Bipolar classification

Discussion in 'Special Ed 101' started by klmno, Aug 23, 2009.

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  1. klmno

    klmno Active Member

    For whomever needs it, I'm putting a link to the Federal Register where it specifically says the following on Page 12 where they are discussing why they are specifically listing Tourette's Syndrome in the OHI Class. definition, but not the other disorders listed. Of course, the real problem is that school district's really don't consider Bipolar to be a health impairment and do continue to treat it as a behavioral propblem. Where this really comes into play is at manifestation hearings and issues over school attendance. The school district keeps insisting to me that this Federal Register explanation is negated but I have yet to see anything in writing saying so. If Sheila or Martie or anyone finds something to the contrary, PLEASE let me know because I am telling the school district that if my son's current evaluation confirms that he is BiPolar (BP), I EXPECT the class to change. I know it isn't supposed to matter, but it does in this state.

    "We decline to include dysphagia, Fetal Alcohol Syndrome (FAS), bipolar disorders, and other organic neurological disorders in the definition of other health impairment because these conditions are commonly understood to be health impairments."
    Last edited: Aug 23, 2009
  2. DammitJanet

    DammitJanet Well-Known Member Staff Member

    Well, in my opinion, they are then saying that if those conditions are health impairments, then they must accommodate for them just as they would accommodate for health impairments such as diabetes, asthma or cerebral palsy. They are already recognized health impairments.
  3. totoro

    totoro Mom? What's a GFG?

    What cracks me up is if you look at the list of all of kids Mental Illnesses a lot of those are considered OHI and ED by most schools, although they try to deny them!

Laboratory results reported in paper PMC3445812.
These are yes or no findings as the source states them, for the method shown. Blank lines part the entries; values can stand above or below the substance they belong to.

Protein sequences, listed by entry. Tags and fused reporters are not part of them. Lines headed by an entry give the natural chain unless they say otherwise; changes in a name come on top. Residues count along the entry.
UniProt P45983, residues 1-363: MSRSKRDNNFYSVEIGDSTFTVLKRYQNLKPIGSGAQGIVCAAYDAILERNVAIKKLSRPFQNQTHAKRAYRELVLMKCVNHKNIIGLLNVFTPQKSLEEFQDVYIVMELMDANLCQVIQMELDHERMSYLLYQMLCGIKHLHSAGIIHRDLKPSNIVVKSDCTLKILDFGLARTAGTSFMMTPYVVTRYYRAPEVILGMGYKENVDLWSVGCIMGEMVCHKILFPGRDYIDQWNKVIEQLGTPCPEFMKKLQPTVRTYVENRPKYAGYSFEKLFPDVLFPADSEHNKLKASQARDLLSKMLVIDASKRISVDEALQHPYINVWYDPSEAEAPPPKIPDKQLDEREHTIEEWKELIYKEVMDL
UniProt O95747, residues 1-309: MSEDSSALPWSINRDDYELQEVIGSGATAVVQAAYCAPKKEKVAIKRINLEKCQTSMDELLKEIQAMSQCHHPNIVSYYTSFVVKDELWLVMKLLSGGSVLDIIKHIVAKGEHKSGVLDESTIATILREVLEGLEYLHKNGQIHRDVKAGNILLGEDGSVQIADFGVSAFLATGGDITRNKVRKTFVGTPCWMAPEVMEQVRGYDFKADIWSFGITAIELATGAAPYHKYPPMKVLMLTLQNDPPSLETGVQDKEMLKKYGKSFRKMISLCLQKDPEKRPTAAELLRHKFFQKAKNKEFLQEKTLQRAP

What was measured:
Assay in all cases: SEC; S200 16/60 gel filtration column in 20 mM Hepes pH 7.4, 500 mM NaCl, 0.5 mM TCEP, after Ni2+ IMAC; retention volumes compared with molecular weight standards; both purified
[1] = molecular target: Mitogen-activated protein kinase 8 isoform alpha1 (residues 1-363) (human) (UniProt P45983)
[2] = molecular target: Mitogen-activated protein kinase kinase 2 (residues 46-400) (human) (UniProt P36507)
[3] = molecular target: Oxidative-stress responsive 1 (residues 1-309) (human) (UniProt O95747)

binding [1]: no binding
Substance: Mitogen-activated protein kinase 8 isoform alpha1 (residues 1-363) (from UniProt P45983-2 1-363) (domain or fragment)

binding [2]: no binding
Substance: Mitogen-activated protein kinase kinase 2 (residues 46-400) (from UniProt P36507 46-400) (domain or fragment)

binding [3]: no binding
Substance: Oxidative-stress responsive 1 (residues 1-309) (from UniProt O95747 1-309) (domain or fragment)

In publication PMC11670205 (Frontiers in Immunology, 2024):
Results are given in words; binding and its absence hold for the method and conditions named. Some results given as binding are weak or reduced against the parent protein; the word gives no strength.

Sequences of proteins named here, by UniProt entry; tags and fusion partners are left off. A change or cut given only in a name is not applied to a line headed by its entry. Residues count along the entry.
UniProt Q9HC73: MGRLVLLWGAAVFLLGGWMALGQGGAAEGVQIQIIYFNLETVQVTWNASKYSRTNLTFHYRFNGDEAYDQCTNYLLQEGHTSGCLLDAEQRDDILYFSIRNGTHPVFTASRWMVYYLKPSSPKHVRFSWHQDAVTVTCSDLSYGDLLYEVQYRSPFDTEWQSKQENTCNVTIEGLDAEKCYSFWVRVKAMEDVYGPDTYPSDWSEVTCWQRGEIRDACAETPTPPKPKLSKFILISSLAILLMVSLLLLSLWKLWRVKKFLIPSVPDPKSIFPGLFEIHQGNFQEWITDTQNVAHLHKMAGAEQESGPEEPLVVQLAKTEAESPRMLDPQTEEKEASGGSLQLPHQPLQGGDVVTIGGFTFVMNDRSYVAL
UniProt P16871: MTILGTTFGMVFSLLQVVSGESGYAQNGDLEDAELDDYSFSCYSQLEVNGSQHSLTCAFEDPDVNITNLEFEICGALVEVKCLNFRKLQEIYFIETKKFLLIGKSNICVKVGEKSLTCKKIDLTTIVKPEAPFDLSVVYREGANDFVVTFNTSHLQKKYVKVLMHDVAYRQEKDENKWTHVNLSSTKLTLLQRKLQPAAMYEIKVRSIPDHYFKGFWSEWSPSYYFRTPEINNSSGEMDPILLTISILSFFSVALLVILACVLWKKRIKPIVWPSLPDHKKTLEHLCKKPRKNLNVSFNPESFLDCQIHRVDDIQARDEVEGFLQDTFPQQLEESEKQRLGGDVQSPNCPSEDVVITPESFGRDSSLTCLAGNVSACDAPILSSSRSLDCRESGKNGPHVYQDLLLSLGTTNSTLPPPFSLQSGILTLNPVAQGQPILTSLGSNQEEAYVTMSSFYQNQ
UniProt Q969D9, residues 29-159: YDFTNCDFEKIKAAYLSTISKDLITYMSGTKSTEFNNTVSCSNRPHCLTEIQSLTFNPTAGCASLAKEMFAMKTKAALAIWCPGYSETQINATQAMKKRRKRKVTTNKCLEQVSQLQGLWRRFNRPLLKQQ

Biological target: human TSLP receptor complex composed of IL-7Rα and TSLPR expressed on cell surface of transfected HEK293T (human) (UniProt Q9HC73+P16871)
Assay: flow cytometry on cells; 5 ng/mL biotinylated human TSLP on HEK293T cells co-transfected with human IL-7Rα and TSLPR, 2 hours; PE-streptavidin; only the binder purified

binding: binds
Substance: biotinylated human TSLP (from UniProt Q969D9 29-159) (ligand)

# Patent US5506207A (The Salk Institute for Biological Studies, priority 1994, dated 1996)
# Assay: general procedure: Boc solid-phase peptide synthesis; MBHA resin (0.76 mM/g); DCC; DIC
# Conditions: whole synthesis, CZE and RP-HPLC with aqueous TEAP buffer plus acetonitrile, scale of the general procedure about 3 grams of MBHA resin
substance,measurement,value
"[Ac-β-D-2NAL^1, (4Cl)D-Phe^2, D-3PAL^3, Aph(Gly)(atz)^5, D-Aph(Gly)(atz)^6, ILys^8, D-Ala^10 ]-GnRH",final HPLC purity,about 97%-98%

ADHD is one.
    Learning disorders
    Any form of a TIC disorders
    Pervasive Developmental Disorders

    These are listed as forms of mental illness in kids, but BiPolar (BP), Fetal Alcohol Syndrome (FAS) and Dysphagia are not?

    When something is impacting a childs learning or development or mental health.. well.
    Give me break.

    KLMNO, I guess a lot of our kids, unfortunately yours in the forefront are setting an example for future treatment of BiPolar (BP) kids.
  4. klmno

    klmno Active Member

    Yep, T- nobody considers it a health impairment until I mention taking difficult child off medications. LOL!

    Janet- that's my point exactly. Although I KNOW difficult child manipulates me at times, there have been times when he was not able to function enough to go to school due to MI- not due to willful intent. Just like a diabetic child might not be able to attend school sometimes- and the diabetic child will probably try to use this to manipulate sometimes, too.

    Right now, I'm asking them to at least consider the ED class for BOTH the behavior impact and the intermittent/seasonal "pervasive feelings of depression", until a final determination of the BiPolar (BP) is made. And frankly, that final determination can't be made until we see if difficult child can make it thru Winter and next Spring without mood lability issues because he has shown that pattern for 4 years.